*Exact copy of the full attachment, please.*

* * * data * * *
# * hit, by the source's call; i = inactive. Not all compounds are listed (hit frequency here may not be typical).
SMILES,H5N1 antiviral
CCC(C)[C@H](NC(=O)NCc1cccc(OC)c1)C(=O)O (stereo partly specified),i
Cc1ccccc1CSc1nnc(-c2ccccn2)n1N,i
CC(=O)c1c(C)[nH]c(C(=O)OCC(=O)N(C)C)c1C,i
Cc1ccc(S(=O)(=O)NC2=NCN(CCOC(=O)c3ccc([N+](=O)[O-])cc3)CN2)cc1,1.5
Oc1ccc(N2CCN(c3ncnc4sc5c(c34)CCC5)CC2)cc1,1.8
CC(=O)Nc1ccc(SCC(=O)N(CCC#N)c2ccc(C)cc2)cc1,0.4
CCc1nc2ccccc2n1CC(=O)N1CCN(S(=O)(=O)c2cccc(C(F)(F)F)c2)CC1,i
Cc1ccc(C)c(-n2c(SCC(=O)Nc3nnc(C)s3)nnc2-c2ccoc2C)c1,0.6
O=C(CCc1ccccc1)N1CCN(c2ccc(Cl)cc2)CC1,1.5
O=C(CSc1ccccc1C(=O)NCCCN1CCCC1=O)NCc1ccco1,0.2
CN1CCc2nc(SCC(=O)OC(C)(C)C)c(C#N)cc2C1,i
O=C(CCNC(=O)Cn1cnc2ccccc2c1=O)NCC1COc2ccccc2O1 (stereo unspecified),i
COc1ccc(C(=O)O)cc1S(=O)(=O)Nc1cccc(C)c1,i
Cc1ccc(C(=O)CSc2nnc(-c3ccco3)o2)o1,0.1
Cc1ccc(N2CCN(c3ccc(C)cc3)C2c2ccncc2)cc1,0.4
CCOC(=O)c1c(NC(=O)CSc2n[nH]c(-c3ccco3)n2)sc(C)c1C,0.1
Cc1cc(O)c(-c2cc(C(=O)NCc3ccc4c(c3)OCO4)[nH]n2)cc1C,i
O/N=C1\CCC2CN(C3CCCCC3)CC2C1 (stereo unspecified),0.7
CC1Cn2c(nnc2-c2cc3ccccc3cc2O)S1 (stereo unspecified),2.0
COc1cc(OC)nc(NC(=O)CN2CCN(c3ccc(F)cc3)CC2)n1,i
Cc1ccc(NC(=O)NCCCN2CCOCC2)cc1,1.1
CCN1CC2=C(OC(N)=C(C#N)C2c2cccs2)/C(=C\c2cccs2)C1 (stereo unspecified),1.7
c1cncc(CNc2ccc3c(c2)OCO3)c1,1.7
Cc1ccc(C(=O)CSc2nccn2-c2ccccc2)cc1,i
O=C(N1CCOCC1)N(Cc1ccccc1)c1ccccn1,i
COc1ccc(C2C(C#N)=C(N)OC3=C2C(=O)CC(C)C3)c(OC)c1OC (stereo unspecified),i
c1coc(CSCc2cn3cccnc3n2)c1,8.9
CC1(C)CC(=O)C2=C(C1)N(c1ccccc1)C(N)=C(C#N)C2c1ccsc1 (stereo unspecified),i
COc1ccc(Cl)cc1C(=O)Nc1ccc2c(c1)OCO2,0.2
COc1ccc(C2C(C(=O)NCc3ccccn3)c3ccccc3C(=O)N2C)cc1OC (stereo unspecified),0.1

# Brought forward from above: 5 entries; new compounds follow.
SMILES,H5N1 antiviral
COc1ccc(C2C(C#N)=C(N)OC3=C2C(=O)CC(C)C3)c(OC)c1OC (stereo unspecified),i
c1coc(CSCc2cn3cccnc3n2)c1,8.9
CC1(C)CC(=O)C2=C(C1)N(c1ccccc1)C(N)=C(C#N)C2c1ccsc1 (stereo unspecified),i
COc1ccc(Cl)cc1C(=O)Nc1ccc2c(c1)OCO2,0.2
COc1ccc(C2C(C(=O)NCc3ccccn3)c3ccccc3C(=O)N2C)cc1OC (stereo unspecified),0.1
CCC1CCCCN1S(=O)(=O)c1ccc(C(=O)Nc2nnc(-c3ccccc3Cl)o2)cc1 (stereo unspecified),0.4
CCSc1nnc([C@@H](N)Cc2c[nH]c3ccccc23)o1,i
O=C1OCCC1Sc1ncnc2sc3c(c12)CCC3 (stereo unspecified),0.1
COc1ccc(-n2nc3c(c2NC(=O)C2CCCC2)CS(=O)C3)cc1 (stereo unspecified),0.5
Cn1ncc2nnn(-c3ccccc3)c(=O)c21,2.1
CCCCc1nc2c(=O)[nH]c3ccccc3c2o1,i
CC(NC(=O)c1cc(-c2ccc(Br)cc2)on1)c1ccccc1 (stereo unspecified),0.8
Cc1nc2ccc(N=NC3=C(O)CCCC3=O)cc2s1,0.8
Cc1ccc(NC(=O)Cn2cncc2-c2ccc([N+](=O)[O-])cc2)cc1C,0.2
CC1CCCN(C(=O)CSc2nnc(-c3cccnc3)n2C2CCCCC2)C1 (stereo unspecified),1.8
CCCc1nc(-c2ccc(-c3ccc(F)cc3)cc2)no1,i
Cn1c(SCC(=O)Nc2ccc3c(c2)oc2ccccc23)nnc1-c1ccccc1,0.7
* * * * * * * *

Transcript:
# * hit, by the source's call; i = inactive. Not all compounds are listed (hit frequency here may not be typical).
SMILES,H5N1 antiviral
CCC(C)[C@H](NC(=O)NCc1cccc(OC)c1)C(=O)O (stereo partly specified),i
Cc1ccccc1CSc1nnc(-c2ccccn2)n1N,i
CC(=O)c1c(C)[nH]c(C(=O)OCC(=O)N(C)C)c1C,i
Cc1ccc(S(=O)(=O)NC2=NCN(CCOC(=O)c3ccc([N+](=O)[O-])cc3)CN2)cc1,1.5
Oc1ccc(N2CCN(c3ncnc4sc5c(c34)CCC5)CC2)cc1,1.8
CC(=O)Nc1ccc(SCC(=O)N(CCC#N)c2ccc(C)cc2)cc1,0.4
CCc1nc2ccccc2n1CC(=O)N1CCN(S(=O)(=O)c2cccc(C(F)(F)F)c2)CC1,i
Cc1ccc(C)c(-n2c(SCC(=O)Nc3nnc(C)s3)nnc2-c2ccoc2C)c1,0.6
O=C(CCc1ccccc1)N1CCN(c2ccc(Cl)cc2)CC1,1.5
O=C(CSc1ccccc1C(=O)NCCCN1CCCC1=O)NCc1ccco1,0.2
CN1CCc2nc(SCC(=O)OC(C)(C)C)c(C#N)cc2C1,i
O=C(CCNC(=O)Cn1cnc2ccccc2c1=O)NCC1COc2ccccc2O1 (stereo unspecified),i
COc1ccc(C(=O)O)cc1S(=O)(=O)Nc1cccc(C)c1,i
Cc1ccc(C(=O)CSc2nnc(-c3ccco3)o2)o1,0.1
Cc1ccc(N2CCN(c3ccc(C)cc3)C2c2ccncc2)cc1,0.4
CCOC(=O)c1c(NC(=O)CSc2n[nH]c(-c3ccco3)n2)sc(C)c1C,0.1
Cc1cc(O)c(-c2cc(C(=O)NCc3ccc4c(c3)OCO4)[nH]n2)cc1C,i
O/N=C1\CCC2CN(C3CCCCC3)CC2C1 (stereo unspecified),0.7
CC1Cn2c(nnc2-c2cc3ccccc3cc2O)S1 (stereo unspecified),2.0
COc1cc(OC)nc(NC(=O)CN2CCN(c3ccc(F)cc3)CC2)n1,i
Cc1ccc(NC(=O)NCCCN2CCOCC2)cc1,1.1
CCN1CC2=C(OC(N)=C(C#N)C2c2cccs2)/C(=C\c2cccs2)C1 (stereo unspecified),1.7
c1cncc(CNc2ccc3c(c2)OCO3)c1,1.7
Cc1ccc(C(=O)CSc2nccn2-c2ccccc2)cc1,i
O=C(N1CCOCC1)N(Cc1ccccc1)c1ccccn1,i
COc1ccc(C2C(C#N)=C(N)OC3=C2C(=O)CC(C)C3)c(OC)c1OC (stereo unspecified),i
c1coc(CSCc2cn3cccnc3n2)c1,8.9
CC1(C)CC(=O)C2=C(C1)N(c1ccccc1)C(N)=C(C#N)C2c1ccsc1 (stereo unspecified),i
COc1ccc(Cl)cc1C(=O)Nc1ccc2c(c1)OCO2,0.2
COc1ccc(C2C(C(=O)NCc3ccccn3)c3ccccc3C(=O)N2C)cc1OC (stereo unspecified),0.1

# Brought forward from above: 5 entries; new compounds follow.
SMILES,H5N1 antiviral
COc1ccc(C2C(C#N)=C(N)OC3=C2C(=O)CC(C)C3)c(OC)c1OC (stereo unspecified),i
c1coc(CSCc2cn3cccnc3n2)c1,8.9
CC1(C)CC(=O)C2=C(C1)N(c1ccccc1)C(N)=C(C#N)C2c1ccsc1 (stereo unspecified),i
COc1ccc(Cl)cc1C(=O)Nc1ccc2c(c1)OCO2,0.2
COc1ccc(C2C(C(=O)NCc3ccccn3)c3ccccc3C(=O)N2C)cc1OC (stereo unspecified),0.1
CCC1CCCCN1S(=O)(=O)c1ccc(C(=O)Nc2nnc(-c3ccccc3Cl)o2)cc1 (stereo unspecified),0.4
CCSc1nnc([C@@H](N)Cc2c[nH]c3ccccc23)o1,i
O=C1OCCC1Sc1ncnc2sc3c(c12)CCC3 (stereo unspecified),0.1
COc1ccc(-n2nc3c(c2NC(=O)C2CCCC2)CS(=O)C3)cc1 (stereo unspecified),0.5
Cn1ncc2nnn(-c3ccccc3)c(=O)c21,2.1
CCCCc1nc2c(=O)[nH]c3ccccc3c2o1,i
CC(NC(=O)c1cc(-c2ccc(Br)cc2)on1)c1ccccc1 (stereo unspecified),0.8
Cc1nc2ccc(N=NC3=C(O)CCCC3=O)cc2s1,0.8
Cc1ccc(NC(=O)Cn2cncc2-c2ccc([N+](=O)[O-])cc2)cc1C,0.2
CC1CCCN(C(=O)CSc2nnc(-c3cccnc3)n2C2CCCCC2)C1 (stereo unspecified),1.8
CCCc1nc(-c2ccc(-c3ccc(F)cc3)cc2)no1,i
Cn1c(SCC(=O)Nc2ccc3c(c2)oc2ccccc23)nnc1-c1ccccc1,0.7